She looked at me over the rim of her bowl of gumba. Licked her lips, took a long sip which emptied the bowl and then lay supine placing the bowl beside her, “Yes. They exist.”


Zutie said nothing else and simply stared at me as if to say, Deimos, where did you get this knowledge. I looked away. Who was I to question an Ank?


“To me, Eroz rocks prove god exists.”


“What did you say?”


I could not bring myself to look at Zutie as I repeated my words.


“Deimos, there are two big challenges in life: one is to be satisfied with the life you are given and the other is to always reach for more.” The vein that ran back down the middle of her head bulged as she stared at me. I waited dutifully for her to explain but, instead, Zutie intentionally changed the subject. “The gumba was excellent.”


“Cave water instead of synthetic wet. Makes a big difference.” I picked up the bowl and gestured to ask did she want more. Zutie shook her head no.


“I’ll take a little more,” Little Zutie said.


I moved to get her bowl but Big Zutie stopped me with her voice, “No, Deimos. I want you to eat the rest. Little Zutie and I are full enough. Besides gumba makes the nectar sweeter.”


I said nothing but my head was spinning. I was getting too old to keep on giving nectar. Nursing was going to be the death of me. Would there ever be a time when penda were more than simply a source of something sweet to suck? Maybe in the next world…


—kalamu ya salaam









April 2017



A History of


Protest Music:

When Nina Simone

Sang What Everyone

Was Thinking

“Mississippi Goddam” was an angry
response to tragedy, in show tune form.


by Tom Maxwell


Nina Simone, 1966. (Photo by David Redfern/Redferns) via Getty Images

On June 12, 1963, in the early morning after president John F. Kennedy’s Civil Rights address, activist Medgar Evers was shot in the back as he stood in the driveway of his Mississippi home. He was returning from a meeting with NAACP lawyers and officials, and carried an armload of T-shirts that read “Jim Crow Must Go.” Evers was taken to a local hospital, where he died less than an hour after being admitted.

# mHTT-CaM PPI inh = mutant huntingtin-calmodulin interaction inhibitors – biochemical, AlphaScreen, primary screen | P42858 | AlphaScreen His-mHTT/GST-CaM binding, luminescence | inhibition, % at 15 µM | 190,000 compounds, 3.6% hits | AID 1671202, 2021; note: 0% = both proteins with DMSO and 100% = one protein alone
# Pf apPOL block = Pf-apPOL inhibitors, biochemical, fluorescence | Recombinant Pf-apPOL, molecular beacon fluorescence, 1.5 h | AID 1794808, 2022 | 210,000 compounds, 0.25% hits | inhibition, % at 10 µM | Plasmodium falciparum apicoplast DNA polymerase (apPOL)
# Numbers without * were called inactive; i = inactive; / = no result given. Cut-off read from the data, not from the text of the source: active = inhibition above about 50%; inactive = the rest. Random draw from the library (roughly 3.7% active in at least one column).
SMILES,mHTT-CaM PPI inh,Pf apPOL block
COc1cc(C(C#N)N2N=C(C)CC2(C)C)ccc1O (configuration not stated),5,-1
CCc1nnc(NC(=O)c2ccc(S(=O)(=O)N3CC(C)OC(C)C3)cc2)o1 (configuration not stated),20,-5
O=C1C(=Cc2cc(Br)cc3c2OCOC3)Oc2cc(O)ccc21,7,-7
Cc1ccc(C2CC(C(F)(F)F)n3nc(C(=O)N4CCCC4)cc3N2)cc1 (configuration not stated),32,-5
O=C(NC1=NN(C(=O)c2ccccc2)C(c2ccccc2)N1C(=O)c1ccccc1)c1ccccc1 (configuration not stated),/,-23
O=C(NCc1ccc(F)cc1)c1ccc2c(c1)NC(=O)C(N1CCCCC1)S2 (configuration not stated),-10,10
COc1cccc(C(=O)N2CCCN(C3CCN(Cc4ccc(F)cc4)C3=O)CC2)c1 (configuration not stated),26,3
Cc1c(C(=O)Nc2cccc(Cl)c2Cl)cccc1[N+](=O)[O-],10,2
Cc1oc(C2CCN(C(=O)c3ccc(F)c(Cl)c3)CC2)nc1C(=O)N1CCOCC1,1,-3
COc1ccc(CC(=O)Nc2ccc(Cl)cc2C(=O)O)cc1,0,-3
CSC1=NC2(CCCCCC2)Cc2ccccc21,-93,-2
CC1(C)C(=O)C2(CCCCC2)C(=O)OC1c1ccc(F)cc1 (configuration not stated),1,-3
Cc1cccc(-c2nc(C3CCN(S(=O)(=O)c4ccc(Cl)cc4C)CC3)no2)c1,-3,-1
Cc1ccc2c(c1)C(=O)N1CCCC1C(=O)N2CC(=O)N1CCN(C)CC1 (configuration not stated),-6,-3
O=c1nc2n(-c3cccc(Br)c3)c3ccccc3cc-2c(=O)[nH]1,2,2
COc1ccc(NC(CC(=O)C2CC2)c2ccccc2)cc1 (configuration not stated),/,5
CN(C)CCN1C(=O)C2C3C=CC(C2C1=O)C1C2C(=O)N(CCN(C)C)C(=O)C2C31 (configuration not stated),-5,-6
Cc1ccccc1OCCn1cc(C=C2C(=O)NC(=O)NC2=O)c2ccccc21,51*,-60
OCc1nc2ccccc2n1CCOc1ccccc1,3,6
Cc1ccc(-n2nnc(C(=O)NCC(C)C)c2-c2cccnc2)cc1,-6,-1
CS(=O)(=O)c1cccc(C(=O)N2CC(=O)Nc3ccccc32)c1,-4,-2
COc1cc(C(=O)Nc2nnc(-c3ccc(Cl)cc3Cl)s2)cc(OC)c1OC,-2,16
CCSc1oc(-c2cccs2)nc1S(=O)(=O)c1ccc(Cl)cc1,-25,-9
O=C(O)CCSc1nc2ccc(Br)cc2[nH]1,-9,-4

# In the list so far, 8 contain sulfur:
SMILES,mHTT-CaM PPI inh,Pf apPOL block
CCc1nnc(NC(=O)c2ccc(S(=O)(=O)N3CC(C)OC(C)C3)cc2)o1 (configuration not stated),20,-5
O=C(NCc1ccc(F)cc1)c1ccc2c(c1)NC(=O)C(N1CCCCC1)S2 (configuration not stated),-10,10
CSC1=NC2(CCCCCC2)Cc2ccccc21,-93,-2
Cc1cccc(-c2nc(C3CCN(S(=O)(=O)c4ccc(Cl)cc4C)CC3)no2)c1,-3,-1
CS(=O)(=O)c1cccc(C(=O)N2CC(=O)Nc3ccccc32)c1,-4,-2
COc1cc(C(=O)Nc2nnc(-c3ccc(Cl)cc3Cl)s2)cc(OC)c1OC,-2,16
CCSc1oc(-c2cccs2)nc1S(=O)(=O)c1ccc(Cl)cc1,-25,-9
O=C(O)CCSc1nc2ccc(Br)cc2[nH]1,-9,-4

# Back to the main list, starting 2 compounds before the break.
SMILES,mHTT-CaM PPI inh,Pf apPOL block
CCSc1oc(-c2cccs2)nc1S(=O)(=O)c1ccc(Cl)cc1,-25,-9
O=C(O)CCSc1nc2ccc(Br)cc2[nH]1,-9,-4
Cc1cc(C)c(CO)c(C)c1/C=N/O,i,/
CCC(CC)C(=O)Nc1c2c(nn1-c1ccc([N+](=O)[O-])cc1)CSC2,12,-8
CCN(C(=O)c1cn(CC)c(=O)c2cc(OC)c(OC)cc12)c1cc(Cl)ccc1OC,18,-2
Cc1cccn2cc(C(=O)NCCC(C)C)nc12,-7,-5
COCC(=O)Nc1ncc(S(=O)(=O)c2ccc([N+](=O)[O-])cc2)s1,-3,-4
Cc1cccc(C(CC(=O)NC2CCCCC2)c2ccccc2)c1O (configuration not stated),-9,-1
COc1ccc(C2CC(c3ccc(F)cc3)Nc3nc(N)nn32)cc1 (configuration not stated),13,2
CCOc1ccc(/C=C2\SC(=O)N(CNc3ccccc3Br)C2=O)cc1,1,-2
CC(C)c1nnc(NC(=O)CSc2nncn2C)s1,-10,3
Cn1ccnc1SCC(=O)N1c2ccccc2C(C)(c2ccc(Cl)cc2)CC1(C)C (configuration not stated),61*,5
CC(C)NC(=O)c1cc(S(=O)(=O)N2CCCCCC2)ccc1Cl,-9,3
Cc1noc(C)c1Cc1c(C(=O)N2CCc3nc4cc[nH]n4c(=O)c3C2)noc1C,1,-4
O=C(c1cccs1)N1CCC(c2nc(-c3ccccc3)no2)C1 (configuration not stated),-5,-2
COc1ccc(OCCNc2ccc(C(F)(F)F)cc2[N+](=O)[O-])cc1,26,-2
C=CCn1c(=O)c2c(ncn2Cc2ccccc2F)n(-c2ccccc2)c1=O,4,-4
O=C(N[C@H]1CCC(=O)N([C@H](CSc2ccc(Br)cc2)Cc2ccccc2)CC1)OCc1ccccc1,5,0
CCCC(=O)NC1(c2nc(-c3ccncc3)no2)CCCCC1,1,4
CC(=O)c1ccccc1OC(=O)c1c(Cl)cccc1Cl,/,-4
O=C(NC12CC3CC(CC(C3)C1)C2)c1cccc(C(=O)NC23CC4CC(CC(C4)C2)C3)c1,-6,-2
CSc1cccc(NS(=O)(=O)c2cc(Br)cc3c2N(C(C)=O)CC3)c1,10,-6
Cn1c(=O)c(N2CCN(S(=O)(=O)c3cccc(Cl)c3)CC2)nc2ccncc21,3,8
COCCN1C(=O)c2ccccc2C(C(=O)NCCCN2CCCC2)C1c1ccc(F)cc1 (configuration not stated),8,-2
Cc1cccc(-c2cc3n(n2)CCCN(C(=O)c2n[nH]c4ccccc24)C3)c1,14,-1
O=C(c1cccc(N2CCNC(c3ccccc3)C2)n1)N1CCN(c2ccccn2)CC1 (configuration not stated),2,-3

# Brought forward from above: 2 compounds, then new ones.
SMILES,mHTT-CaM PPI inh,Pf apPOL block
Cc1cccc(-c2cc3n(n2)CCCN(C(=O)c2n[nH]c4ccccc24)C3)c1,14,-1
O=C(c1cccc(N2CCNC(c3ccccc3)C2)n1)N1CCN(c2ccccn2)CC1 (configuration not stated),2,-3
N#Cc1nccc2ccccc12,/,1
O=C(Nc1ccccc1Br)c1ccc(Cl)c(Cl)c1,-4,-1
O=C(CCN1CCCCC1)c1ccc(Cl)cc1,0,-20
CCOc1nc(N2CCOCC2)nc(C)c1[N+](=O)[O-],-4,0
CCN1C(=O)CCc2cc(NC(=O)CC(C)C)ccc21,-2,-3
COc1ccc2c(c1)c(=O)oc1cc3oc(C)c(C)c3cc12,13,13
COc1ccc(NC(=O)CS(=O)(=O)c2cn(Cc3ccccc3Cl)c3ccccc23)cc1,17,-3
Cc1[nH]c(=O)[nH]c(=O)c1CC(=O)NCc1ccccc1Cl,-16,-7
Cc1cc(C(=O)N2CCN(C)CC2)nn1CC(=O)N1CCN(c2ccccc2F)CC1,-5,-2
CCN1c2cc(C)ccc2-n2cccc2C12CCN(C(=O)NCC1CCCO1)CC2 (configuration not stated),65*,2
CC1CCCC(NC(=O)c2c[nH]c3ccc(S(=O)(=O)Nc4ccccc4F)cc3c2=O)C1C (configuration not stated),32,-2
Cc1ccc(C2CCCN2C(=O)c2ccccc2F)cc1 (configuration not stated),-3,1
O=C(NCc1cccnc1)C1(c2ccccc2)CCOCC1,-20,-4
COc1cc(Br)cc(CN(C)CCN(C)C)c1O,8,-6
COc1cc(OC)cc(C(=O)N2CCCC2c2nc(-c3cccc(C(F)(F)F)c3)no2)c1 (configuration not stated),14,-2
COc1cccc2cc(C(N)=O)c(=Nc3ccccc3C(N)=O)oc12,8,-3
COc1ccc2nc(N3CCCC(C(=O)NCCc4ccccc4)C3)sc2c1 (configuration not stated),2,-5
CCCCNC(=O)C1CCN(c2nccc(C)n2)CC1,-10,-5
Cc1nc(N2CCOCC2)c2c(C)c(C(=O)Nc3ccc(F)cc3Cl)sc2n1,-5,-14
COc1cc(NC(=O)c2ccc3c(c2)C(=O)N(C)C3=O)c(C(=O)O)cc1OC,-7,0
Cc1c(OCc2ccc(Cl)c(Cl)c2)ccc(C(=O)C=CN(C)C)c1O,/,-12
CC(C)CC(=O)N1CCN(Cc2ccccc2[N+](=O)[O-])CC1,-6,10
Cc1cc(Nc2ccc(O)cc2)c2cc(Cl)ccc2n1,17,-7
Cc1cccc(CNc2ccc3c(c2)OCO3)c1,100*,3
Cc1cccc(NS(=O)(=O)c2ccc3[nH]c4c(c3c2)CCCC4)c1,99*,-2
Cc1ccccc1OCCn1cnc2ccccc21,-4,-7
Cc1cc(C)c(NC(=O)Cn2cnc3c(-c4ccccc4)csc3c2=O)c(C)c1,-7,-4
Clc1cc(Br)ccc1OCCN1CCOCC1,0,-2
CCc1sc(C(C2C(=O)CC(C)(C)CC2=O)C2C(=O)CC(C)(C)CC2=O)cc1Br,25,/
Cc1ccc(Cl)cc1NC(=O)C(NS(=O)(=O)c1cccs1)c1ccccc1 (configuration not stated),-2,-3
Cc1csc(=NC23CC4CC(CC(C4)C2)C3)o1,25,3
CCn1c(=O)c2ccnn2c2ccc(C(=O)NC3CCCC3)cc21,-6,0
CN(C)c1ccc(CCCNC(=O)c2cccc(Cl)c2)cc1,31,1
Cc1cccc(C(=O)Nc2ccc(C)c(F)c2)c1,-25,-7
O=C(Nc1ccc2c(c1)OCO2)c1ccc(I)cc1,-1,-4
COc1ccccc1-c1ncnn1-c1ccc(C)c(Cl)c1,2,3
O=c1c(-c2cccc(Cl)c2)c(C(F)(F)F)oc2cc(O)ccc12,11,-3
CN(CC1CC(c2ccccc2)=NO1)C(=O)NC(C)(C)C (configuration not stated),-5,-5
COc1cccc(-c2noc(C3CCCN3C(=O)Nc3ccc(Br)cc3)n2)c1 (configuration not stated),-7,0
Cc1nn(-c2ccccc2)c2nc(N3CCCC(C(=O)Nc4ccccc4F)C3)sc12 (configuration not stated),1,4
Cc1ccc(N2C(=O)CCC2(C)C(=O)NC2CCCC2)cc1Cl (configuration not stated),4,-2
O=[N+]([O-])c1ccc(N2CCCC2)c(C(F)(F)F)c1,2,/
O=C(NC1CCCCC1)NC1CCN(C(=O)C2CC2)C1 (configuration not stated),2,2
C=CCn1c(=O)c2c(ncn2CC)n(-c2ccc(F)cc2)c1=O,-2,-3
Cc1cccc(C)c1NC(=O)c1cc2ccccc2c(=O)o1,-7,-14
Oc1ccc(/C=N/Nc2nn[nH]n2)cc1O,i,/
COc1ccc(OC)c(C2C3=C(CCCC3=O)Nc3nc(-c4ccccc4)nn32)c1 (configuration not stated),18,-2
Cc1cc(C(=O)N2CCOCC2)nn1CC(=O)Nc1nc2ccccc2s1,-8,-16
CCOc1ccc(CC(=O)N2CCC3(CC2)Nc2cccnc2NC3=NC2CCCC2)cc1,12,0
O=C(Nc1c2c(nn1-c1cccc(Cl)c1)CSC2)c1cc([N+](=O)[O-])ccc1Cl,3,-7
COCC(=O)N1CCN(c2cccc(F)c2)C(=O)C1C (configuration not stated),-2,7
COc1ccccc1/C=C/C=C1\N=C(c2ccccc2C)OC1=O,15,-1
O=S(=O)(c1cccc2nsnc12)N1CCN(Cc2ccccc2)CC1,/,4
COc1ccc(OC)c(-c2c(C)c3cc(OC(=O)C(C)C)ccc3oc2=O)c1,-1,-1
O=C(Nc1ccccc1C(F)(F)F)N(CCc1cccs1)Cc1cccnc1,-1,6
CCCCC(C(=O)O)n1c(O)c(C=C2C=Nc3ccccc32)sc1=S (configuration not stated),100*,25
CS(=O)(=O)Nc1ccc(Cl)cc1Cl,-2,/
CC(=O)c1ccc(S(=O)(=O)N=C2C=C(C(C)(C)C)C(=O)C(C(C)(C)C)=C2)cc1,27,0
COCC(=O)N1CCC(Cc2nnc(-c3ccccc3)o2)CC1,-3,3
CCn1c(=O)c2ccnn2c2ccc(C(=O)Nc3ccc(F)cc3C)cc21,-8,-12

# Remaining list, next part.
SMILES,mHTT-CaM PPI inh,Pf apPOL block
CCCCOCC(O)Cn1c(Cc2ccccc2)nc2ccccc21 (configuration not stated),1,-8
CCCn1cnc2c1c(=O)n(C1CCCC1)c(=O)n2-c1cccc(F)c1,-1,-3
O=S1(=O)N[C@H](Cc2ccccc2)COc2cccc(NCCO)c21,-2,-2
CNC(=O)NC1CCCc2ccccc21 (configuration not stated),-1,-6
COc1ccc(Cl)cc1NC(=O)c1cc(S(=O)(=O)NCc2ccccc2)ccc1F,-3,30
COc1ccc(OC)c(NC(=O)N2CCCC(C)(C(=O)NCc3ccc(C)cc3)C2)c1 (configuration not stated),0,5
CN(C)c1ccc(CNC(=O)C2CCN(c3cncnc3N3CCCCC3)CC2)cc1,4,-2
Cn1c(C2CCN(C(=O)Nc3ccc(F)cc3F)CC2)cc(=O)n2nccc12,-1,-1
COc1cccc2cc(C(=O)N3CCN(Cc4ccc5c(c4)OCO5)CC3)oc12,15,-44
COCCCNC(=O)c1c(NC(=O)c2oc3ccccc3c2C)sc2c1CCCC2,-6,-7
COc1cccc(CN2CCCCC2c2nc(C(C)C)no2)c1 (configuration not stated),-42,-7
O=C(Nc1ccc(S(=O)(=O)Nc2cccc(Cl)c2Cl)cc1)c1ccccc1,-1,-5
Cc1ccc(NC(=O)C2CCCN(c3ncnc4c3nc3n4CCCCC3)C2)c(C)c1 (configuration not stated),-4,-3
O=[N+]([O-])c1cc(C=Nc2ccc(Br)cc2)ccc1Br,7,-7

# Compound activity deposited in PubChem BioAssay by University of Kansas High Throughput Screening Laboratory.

On September 15, 1963, four girls were killed when white supremacists planted more than a dozen sticks of dynamite beneath the side steps of the African-American 16th Street Baptist Church in Birmingham, Alabama. The children were preparing for a sermon titled “A Love That Forgives.” According to one witness, their bodies flew across the basement “like rag dolls.”

When she heard the news, jazz musician Nina Simone was paralyzed. “It was more than I could take,” she remembered, “and I sat struck dumb in my den like St. Paul on the road to Damascus: all the truths that I had denied to myself for so long rose up and slapped my face. The bombing of the little girls in Alabama and the murder of Medgar Evers were like the final pieces of a jigsaw puzzle that made no sense until you had fitted the whole thing together. I suddenly realized what it was to be Black in America in 1963, but it wasn’t an intellectual connection…it came as a rush of fury, hatred and determination. In church language, the Truth entered into me and I ‘came through.’”

Simone’s initial reaction was less than Christian. “I had it in mind to go out and kill someone,” she remembered. “I tried to make a zip gun.”

Andy, her husband and manager, intervened. “Nina,” he said, “you can’t kill anyone. You are a musician. Do what you do.”

An hour later, Nina Simone had composed a song called “Mississippi Goddam.” “It was my first civil rights song,” she recalled, “and it erupted out of me quicker than I could write it down.”

“Mississippi Goddam” became one of Nina Simone’s most famous compositions. It redirected her career. Crisply honest, it is a pure expression of rage and an indictment of inequality. Stylistically, it leapfrogged the righteous, passive anthems that characterized protest music of the time. It was knowing, biting, and inciting.

It was a step Simone was reluctant to take. “Nightclubs were dirty, making records was dirty, popular music was dirty and to mix all that with politics seemed senseless and demeaning,” she wrote in her autobiography I Put a Spell On You. “And until songs like ‘Mississippi Goddam’ just burst out of me, I had musical problems as well. How can you take the memory of a man like Medgar Evers and reduce all that he was to three and a half minutes and a simple tune? That was the musical side of it I shied away from; I didn’t like ‘protest music’ because a lot of it was so simple and unimaginative it stripped the dignity away from the people it was trying to celebrate. But the Alabama church bombing and the murder of Medgar Evers stopped that argument and with ‘Mississippi Goddam,’ I realized there was no turning back.”